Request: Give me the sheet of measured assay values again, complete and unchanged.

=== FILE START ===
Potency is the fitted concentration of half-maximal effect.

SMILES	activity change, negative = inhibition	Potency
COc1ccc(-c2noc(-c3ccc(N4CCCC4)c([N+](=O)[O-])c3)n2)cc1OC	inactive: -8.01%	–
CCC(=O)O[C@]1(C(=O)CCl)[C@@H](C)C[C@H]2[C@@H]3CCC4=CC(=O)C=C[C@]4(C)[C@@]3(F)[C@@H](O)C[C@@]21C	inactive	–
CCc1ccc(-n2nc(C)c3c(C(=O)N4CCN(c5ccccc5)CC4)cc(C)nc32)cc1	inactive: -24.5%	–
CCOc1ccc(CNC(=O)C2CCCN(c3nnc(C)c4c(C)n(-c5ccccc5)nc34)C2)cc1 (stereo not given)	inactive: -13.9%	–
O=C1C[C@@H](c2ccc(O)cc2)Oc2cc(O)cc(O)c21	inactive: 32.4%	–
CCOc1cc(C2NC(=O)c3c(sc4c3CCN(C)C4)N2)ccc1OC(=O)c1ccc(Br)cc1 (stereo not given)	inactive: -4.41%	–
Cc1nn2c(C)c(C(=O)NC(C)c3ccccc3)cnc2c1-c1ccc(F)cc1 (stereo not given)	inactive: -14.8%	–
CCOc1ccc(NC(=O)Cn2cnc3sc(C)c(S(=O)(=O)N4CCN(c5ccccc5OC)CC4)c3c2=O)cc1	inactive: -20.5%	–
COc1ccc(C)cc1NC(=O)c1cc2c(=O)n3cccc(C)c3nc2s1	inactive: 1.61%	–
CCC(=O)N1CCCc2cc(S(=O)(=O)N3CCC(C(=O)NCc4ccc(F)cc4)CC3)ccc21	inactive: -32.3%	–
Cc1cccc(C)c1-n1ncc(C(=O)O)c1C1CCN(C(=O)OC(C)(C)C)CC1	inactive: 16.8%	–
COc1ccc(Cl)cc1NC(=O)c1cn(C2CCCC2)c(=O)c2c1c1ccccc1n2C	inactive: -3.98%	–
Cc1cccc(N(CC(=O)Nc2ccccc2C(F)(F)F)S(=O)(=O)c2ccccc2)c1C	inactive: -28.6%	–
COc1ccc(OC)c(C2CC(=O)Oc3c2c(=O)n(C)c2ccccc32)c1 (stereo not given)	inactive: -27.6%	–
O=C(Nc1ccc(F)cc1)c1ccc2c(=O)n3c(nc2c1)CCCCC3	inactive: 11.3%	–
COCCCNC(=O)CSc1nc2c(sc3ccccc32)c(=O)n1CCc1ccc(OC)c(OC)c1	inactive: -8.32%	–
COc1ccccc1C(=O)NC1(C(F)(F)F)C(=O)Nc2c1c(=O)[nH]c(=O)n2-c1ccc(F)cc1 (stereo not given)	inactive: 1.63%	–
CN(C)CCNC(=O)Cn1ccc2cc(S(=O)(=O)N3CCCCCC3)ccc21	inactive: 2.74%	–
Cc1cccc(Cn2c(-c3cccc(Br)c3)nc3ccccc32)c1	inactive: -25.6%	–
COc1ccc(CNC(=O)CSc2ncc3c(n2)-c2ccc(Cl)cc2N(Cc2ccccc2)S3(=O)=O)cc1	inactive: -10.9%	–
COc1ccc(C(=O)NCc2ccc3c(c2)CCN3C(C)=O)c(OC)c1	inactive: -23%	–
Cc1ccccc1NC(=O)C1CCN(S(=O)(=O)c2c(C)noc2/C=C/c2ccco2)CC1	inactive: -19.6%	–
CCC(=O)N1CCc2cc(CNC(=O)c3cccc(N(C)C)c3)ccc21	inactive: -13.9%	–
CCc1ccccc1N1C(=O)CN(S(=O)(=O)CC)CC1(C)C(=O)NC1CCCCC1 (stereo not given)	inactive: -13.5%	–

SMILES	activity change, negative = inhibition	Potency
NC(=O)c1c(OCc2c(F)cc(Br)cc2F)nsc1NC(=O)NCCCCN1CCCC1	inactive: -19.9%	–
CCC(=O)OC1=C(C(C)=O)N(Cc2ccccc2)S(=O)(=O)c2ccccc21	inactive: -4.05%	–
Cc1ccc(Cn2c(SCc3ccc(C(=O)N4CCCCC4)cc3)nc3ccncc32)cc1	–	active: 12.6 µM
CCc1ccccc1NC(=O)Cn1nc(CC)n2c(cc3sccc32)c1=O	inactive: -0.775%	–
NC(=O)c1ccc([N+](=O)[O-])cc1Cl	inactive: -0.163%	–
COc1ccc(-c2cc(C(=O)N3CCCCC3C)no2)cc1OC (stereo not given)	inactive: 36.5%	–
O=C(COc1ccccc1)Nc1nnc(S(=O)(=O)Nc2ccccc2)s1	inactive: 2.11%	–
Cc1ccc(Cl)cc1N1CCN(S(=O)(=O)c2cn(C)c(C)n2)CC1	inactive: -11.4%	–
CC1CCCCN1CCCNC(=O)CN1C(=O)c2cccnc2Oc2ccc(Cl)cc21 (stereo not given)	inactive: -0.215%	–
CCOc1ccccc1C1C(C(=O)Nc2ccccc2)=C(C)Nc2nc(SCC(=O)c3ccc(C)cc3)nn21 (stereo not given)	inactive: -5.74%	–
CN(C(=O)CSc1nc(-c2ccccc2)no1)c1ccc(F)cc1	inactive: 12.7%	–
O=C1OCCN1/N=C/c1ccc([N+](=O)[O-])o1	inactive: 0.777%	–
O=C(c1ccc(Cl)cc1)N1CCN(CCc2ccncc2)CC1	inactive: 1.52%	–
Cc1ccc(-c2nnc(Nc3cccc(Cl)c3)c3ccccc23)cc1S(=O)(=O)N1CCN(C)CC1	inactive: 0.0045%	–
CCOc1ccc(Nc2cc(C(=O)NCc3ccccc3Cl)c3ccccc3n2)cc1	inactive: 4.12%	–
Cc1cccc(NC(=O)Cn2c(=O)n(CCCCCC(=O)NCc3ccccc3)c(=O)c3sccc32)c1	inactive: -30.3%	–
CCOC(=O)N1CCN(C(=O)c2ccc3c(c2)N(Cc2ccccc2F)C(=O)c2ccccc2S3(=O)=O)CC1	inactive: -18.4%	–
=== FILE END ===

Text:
Potency is the fitted concentration of half-maximal effect.

SMILES	activity change, negative = inhibition	Potency
COc1ccc(-c2noc(-c3ccc(N4CCCC4)c([N+](=O)[O-])c3)n2)cc1OC	inactive: -8.01%	–
CCC(=O)O[C@]1(C(=O)CCl)[C@@H](C)C[C@H]2[C@@H]3CCC4=CC(=O)C=C[C@]4(C)[C@@]3(F)[C@@H](O)C[C@@]21C	inactive	–
CCc1ccc(-n2nc(C)c3c(C(=O)N4CCN(c5ccccc5)CC4)cc(C)nc32)cc1	inactive: -24.5%	–
CCOc1ccc(CNC(=O)C2CCCN(c3nnc(C)c4c(C)n(-c5ccccc5)nc34)C2)cc1 (stereo not given)	inactive: -13.9%	–
O=C1C[C@@H](c2ccc(O)cc2)Oc2cc(O)cc(O)c21	inactive: 32.4%	–
CCOc1cc(C2NC(=O)c3c(sc4c3CCN(C)C4)N2)ccc1OC(=O)c1ccc(Br)cc1 (stereo not given)	inactive: -4.41%	–
Cc1nn2c(C)c(C(=O)NC(C)c3ccccc3)cnc2c1-c1ccc(F)cc1 (stereo not given)	inactive: -14.8%	–
CCOc1ccc(NC(=O)Cn2cnc3sc(C)c(S(=O)(=O)N4CCN(c5ccccc5OC)CC4)c3c2=O)cc1	inactive: -20.5%	–
COc1ccc(C)cc1NC(=O)c1cc2c(=O)n3cccc(C)c3nc2s1	inactive: 1.61%	–
CCC(=O)N1CCCc2cc(S(=O)(=O)N3CCC(C(=O)NCc4ccc(F)cc4)CC3)ccc21	inactive: -32.3%	–
Cc1cccc(C)c1-n1ncc(C(=O)O)c1C1CCN(C(=O)OC(C)(C)C)CC1	inactive: 16.8%	–
COc1ccc(Cl)cc1NC(=O)c1cn(C2CCCC2)c(=O)c2c1c1ccccc1n2C	inactive: -3.98%	–
Cc1cccc(N(CC(=O)Nc2ccccc2C(F)(F)F)S(=O)(=O)c2ccccc2)c1C	inactive: -28.6%	–
COc1ccc(OC)c(C2CC(=O)Oc3c2c(=O)n(C)c2ccccc32)c1 (stereo not given)	inactive: -27.6%	–
O=C(Nc1ccc(F)cc1)c1ccc2c(=O)n3c(nc2c1)CCCCC3	inactive: 11.3%	–
COCCCNC(=O)CSc1nc2c(sc3ccccc32)c(=O)n1CCc1ccc(OC)c(OC)c1	inactive: -8.32%	–
COc1ccccc1C(=O)NC1(C(F)(F)F)C(=O)Nc2c1c(=O)[nH]c(=O)n2-c1ccc(F)cc1 (stereo not given)	inactive: 1.63%	–
CN(C)CCNC(=O)Cn1ccc2cc(S(=O)(=O)N3CCCCCC3)ccc21	inactive: 2.74%	–
Cc1cccc(Cn2c(-c3cccc(Br)c3)nc3ccccc32)c1	inactive: -25.6%	–
COc1ccc(CNC(=O)CSc2ncc3c(n2)-c2ccc(Cl)cc2N(Cc2ccccc2)S3(=O)=O)cc1	inactive: -10.9%	–
COc1ccc(C(=O)NCc2ccc3c(c2)CCN3C(C)=O)c(OC)c1	inactive: -23%	–
Cc1ccccc1NC(=O)C1CCN(S(=O)(=O)c2c(C)noc2/C=C/c2ccco2)CC1	inactive: -19.6%	–
CCC(=O)N1CCc2cc(CNC(=O)c3cccc(N(C)C)c3)ccc21	inactive: -13.9%	–
CCc1ccccc1N1C(=O)CN(S(=O)(=O)CC)CC1(C)C(=O)NC1CCCCC1 (stereo not given)	inactive: -13.5%	–

SMILES	activity change, negative = inhibition	Potency
NC(=O)c1c(OCc2c(F)cc(Br)cc2F)nsc1NC(=O)NCCCCN1CCCC1	inactive: -19.9%	–
CCC(=O)OC1=C(C(C)=O)N(Cc2ccccc2)S(=O)(=O)c2ccccc21	inactive: -4.05%	–
Cc1ccc(Cn2c(SCc3ccc(C(=O)N4CCCCC4)cc3)nc3ccncc32)cc1	–	active: 12.6 µM
CCc1ccccc1NC(=O)Cn1nc(CC)n2c(cc3sccc32)c1=O	inactive: -0.775%	–
NC(=O)c1ccc([N+](=O)[O-])cc1Cl	inactive: -0.163%	–
COc1ccc(-c2cc(C(=O)N3CCCCC3C)no2)cc1OC (stereo not given)	inactive: 36.5%	–
O=C(COc1ccccc1)Nc1nnc(S(=O)(=O)Nc2ccccc2)s1	inactive: 2.11%	–
Cc1ccc(Cl)cc1N1CCN(S(=O)(=O)c2cn(C)c(C)n2)CC1	inactive: -11.4%	–
CC1CCCCN1CCCNC(=O)CN1C(=O)c2cccnc2Oc2ccc(Cl)cc21 (stereo not given)	inactive: -0.215%	–
CCOc1ccccc1C1C(C(=O)Nc2ccccc2)=C(C)Nc2nc(SCC(=O)c3ccc(C)cc3)nn21 (stereo not given)	inactive: -5.74%	–
CN(C(=O)CSc1nc(-c2ccccc2)no1)c1ccc(F)cc1	inactive: 12.7%	–
O=C1OCCN1/N=C/c1ccc([N+](=O)[O-])o1	inactive: 0.777%	–
O=C(c1ccc(Cl)cc1)N1CCN(CCc2ccncc2)CC1	inactive: 1.52%	–
Cc1ccc(-c2nnc(Nc3cccc(Cl)c3)c3ccccc23)cc1S(=O)(=O)N1CCN(C)CC1	inactive: 0.0045%	–
CCOc1ccc(Nc2cc(C(=O)NCc3ccccc3Cl)c3ccccc3n2)cc1	inactive: 4.12%	–
Cc1cccc(NC(=O)Cn2c(=O)n(CCCCCC(=O)NCc3ccccc3)c(=O)c3sccc32)c1	inactive: -30.3%	–
CCOC(=O)N1CCN(C(=O)c2ccc3c(c2)N(Cc2ccccc2F)C(=O)c2ccccc2S3(=O)=O)CC1	inactive: -18.4%	–